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Keeping a family-owned business growing across generations


Someday there could be a nonfamily member running ISG Technology. But for now a fourth-generation owner is in charge, and that CEO has advice for any family business that intends to prosper across generations.

Ben Foster is the CEO of a company founded by his great-grandfather. It has grown from a small-town telephone company into a cloud hosting and technology reseller that employs 200 in Kansas City.

“You need the recognition that it’s almost impossible for transition to happen naturally,” Foster advises. “It takes education to keep moving. It took a formula to grow our equity and earnings, to ensure we adapt and ensure that one generation doesn’t take too much money out and not leave money for future generations.”

Someday, too, the family might entertain the possibility of broadening ownership or selling the business. But Foster said the seven family owners in the company now are taking a long-term view as owners, not focused “on the latest bright, shiny object.”

Foster said it’s been key for the family to recognize that it didn’t have all the expertise needed to carry the company into new technology and new business climates. It worked with a family business consultant from Legasus Consulting. It added outside, nonfamily board members to shore up their weaknesses in entrepreneurism, technology and human resources. It created financial incentive plans for key nonfamily employees, designed to encourage them to “think like owners.”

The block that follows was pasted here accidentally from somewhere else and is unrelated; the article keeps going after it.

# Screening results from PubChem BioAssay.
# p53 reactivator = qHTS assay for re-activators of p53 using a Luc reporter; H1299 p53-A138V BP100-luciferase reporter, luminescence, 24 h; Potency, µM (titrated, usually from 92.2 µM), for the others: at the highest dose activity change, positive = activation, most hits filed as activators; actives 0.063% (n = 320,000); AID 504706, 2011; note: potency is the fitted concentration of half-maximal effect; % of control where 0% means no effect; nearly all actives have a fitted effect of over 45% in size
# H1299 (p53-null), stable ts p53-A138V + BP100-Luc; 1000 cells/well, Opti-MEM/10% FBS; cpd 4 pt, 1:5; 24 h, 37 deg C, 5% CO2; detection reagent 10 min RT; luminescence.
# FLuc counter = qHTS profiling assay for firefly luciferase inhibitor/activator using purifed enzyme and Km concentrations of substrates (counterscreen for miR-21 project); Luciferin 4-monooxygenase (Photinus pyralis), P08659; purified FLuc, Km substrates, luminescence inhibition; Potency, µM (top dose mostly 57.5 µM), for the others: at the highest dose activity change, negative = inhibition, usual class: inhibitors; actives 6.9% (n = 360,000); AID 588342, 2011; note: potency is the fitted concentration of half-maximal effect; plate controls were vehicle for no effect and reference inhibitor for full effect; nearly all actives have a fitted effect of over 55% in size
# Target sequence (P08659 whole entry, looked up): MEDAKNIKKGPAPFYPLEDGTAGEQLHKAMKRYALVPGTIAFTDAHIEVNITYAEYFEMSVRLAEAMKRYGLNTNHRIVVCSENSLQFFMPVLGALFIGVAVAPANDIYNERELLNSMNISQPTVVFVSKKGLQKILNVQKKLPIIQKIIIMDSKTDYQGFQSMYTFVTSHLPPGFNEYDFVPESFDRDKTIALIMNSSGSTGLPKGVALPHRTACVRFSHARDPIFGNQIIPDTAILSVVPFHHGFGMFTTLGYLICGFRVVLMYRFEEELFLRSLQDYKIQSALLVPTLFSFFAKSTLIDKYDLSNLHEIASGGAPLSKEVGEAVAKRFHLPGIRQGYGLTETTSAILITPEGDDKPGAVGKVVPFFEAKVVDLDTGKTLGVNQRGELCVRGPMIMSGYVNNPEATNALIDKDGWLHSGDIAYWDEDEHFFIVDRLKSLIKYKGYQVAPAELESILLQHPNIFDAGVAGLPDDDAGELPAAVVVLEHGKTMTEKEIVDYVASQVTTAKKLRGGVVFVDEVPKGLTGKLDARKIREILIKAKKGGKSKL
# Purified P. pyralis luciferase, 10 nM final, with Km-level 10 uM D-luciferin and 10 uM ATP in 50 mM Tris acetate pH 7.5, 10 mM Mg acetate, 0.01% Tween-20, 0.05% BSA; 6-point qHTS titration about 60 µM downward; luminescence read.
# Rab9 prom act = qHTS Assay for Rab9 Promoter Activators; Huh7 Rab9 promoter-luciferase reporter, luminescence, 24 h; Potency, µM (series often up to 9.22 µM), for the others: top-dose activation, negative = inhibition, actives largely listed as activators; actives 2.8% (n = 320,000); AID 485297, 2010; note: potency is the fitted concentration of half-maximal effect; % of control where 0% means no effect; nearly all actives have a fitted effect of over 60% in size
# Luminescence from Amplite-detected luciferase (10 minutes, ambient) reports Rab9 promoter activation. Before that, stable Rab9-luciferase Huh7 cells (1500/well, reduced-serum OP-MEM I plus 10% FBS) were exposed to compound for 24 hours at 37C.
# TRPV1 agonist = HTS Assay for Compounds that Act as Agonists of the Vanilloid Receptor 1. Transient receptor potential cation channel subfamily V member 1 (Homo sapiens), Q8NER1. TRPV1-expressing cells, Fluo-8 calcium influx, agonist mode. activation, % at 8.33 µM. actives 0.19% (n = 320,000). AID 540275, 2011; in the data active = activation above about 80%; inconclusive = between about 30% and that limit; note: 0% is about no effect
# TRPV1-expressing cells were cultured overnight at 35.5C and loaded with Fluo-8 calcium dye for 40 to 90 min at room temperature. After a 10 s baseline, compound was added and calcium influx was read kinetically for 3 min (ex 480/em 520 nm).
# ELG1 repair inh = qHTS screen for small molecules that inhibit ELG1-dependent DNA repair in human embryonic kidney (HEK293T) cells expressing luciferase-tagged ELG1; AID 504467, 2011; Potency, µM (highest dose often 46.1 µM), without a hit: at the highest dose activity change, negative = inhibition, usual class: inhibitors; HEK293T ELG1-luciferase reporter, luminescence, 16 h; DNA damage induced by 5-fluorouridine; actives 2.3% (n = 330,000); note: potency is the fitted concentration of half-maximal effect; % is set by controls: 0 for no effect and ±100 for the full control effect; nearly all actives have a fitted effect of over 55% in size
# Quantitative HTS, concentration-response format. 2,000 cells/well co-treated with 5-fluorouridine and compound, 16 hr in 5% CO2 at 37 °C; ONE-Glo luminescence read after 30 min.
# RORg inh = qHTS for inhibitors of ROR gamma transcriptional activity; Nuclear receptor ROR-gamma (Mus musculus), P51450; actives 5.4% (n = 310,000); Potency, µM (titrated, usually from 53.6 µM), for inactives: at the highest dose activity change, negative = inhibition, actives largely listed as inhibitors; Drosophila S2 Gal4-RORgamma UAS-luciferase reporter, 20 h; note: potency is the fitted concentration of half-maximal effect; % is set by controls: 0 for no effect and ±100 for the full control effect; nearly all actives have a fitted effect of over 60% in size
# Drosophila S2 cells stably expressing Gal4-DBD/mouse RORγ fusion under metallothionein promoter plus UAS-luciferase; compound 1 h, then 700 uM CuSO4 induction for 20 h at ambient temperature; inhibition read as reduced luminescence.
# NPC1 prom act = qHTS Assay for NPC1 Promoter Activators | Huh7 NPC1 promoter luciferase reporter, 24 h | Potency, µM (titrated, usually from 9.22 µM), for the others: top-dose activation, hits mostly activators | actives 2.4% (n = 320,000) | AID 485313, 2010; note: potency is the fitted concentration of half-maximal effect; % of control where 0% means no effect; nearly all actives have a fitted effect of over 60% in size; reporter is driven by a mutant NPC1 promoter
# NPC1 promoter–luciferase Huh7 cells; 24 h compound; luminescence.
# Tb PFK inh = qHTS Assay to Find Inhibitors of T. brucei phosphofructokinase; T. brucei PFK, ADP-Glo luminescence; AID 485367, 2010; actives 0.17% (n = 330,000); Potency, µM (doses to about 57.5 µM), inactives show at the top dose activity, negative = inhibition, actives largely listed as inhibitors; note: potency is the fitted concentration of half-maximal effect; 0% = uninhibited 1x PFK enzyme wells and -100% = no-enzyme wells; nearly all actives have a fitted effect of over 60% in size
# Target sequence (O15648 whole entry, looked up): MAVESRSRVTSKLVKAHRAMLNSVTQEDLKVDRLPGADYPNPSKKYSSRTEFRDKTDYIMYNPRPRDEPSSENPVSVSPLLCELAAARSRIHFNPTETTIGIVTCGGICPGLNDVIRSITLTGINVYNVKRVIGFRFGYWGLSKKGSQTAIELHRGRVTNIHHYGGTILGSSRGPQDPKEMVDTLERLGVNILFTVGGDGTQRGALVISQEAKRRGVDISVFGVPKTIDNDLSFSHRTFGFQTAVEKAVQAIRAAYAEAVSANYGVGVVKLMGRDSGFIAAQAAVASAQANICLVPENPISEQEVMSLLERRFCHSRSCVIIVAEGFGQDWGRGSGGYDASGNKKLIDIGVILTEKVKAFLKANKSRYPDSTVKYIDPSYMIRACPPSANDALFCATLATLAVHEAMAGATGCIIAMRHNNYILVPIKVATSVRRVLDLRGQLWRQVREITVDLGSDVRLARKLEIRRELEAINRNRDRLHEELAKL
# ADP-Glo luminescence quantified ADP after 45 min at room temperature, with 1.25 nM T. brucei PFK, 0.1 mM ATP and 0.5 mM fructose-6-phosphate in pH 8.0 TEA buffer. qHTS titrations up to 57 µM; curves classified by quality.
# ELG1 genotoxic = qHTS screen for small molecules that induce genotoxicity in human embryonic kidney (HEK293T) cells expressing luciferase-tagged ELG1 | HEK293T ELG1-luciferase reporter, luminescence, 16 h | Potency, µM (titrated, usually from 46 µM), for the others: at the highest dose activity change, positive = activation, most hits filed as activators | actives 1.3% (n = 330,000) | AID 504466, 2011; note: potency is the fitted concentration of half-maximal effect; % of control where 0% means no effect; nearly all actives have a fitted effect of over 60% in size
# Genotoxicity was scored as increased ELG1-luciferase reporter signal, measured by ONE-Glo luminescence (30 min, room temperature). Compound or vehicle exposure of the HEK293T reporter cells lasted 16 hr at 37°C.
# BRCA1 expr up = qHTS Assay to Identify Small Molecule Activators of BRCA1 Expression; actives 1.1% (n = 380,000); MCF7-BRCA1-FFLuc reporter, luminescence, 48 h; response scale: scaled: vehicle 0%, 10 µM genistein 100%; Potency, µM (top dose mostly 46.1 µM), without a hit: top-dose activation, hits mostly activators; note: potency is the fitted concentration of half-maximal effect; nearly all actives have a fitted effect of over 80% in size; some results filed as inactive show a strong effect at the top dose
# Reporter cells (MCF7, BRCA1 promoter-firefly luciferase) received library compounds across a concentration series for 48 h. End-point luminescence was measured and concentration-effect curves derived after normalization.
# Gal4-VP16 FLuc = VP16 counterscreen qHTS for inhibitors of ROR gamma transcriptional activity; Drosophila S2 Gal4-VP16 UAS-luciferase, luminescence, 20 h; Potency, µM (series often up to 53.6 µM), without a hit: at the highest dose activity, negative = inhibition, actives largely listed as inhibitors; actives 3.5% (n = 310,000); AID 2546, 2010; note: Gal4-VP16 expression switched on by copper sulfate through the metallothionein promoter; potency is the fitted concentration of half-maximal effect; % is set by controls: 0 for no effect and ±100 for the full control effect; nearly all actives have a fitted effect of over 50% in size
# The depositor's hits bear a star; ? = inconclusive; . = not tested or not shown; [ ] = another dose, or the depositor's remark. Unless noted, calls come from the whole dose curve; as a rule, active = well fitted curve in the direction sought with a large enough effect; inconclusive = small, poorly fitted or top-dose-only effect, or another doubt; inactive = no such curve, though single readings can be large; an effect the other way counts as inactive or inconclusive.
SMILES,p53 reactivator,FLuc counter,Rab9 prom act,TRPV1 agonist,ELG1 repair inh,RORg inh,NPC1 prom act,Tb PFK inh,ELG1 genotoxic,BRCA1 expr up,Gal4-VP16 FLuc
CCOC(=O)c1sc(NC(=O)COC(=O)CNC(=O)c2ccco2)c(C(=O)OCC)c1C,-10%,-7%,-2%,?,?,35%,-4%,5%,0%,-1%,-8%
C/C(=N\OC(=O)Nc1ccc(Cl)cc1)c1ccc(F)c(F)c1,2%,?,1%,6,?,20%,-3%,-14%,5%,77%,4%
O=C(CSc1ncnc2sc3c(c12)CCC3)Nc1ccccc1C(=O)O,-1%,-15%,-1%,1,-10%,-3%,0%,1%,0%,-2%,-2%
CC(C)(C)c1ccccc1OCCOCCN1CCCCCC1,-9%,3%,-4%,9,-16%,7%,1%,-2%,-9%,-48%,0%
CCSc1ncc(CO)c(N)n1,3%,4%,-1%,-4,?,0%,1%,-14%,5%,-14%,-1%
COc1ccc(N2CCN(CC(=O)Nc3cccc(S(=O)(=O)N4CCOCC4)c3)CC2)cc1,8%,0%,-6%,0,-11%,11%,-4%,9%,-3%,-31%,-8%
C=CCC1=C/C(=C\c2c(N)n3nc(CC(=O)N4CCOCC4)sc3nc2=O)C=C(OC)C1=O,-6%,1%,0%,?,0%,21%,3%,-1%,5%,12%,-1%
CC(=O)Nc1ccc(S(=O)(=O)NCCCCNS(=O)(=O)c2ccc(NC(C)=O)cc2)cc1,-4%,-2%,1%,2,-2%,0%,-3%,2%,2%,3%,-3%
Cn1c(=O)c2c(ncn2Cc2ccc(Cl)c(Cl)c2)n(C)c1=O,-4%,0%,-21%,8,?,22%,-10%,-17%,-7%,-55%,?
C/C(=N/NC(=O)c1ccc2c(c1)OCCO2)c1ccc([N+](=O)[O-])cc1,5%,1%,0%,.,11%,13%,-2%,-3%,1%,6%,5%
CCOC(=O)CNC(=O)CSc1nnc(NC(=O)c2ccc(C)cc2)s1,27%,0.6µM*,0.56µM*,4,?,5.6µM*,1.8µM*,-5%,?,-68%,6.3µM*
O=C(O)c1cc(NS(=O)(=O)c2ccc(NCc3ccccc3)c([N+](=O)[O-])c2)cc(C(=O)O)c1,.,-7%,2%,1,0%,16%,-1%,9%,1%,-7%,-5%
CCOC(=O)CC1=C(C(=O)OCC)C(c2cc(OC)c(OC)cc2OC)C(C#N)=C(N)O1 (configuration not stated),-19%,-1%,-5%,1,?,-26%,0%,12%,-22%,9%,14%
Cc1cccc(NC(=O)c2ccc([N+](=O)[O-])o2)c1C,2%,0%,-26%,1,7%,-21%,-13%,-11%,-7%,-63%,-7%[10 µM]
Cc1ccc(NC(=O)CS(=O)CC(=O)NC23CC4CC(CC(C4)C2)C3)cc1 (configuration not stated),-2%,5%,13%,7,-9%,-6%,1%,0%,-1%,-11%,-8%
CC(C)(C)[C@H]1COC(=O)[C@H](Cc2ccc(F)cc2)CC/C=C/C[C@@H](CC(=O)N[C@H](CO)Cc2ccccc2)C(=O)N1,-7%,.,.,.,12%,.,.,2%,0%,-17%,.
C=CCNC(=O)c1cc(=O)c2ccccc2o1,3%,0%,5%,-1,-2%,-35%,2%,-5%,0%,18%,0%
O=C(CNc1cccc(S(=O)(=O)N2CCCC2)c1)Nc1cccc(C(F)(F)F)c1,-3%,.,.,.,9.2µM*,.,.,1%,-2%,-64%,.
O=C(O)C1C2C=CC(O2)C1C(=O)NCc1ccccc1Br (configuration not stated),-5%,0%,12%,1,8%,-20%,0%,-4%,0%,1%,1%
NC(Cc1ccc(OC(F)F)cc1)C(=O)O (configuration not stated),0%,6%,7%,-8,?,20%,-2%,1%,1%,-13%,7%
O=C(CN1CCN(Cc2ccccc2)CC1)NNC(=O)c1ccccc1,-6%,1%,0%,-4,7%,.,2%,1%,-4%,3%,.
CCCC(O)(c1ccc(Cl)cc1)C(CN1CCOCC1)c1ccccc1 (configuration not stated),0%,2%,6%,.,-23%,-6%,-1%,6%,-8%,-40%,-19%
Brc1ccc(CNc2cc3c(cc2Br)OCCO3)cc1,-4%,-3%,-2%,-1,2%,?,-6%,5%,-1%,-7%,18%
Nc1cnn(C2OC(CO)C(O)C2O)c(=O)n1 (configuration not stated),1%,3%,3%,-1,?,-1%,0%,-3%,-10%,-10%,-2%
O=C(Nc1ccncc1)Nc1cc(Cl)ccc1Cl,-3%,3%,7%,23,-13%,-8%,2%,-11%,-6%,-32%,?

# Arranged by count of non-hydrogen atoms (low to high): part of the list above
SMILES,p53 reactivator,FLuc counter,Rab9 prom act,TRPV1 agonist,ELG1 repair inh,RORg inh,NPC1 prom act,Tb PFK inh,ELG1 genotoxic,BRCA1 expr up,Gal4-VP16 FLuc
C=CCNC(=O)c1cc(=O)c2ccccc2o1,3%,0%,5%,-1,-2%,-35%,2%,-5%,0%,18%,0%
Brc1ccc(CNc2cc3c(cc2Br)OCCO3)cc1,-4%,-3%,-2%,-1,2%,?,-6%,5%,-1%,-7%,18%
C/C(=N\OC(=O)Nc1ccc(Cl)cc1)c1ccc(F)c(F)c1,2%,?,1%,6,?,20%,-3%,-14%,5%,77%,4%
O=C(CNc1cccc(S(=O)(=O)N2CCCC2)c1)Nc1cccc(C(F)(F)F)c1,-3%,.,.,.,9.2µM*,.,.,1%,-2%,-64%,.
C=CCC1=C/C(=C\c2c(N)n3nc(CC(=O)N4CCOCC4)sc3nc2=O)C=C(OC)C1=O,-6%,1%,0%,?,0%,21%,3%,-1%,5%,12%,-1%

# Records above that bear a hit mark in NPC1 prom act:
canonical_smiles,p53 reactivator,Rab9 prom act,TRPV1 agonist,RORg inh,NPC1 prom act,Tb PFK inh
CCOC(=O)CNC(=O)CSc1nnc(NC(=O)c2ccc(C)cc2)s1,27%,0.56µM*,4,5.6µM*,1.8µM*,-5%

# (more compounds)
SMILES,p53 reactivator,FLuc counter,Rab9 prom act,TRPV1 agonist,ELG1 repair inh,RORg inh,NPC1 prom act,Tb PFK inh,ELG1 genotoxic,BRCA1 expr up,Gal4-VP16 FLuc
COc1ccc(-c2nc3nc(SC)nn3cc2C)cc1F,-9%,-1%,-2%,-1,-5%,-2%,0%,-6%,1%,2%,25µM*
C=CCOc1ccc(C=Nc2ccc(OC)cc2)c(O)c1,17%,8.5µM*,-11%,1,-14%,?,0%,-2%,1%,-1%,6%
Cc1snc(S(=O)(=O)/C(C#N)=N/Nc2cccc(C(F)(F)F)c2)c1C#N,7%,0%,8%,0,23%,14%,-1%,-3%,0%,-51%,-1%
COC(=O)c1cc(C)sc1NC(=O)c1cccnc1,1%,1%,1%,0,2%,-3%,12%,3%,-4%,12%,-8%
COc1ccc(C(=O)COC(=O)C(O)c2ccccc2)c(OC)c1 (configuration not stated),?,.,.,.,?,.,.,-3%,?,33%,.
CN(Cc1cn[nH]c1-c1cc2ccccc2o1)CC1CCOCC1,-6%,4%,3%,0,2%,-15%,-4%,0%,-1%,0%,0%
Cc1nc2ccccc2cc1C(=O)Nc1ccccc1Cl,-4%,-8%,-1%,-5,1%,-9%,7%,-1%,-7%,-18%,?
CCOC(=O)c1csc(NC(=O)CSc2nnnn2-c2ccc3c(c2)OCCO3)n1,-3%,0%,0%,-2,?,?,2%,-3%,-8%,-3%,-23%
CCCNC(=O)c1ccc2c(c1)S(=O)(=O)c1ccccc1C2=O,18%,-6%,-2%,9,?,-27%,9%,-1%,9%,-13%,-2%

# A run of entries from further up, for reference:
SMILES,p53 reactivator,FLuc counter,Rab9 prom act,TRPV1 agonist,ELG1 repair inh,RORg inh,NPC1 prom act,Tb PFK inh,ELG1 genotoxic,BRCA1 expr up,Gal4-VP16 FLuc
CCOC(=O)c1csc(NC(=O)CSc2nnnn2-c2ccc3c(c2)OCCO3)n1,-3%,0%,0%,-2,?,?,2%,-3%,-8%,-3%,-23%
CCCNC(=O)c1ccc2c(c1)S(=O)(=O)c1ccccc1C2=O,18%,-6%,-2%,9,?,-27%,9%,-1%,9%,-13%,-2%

Most important, Foster said, the family had to look inward and have tough conversations about individual roles in the business. It was vital, he said, that it understand the distinction between family members who have a share in the ownership and family members who have ownership and also work in the company.

“When the owners, board members and managers are all in the family, it can be hard,” he acknowledged. “It’s difficult to separate the business from the family, even when the family is number one. There can be occasional differences between those who work in the business and those who don’t, so we meet quarterly to talk about the business, to bring up issues that haven’t been addressed. You can’t let those things go unaddressed.”

Foster encourages family-owned companies to draw on outside professionals to help bridge any work/life barriers.

“It’s easy to talk about it academically, but in real life it’s hard,” he said. “It’s like not talking about politics and religion. A lot of families have trouble embracing frank discussions about their roles.”

The bottom line for Foster is that family-owned businesses — if they survive beyond the crucial third generation (and most don’t) — “can outperform public corporations because we’re not motivated by quarterly change. … We’re motivated by patient capital over the long term.”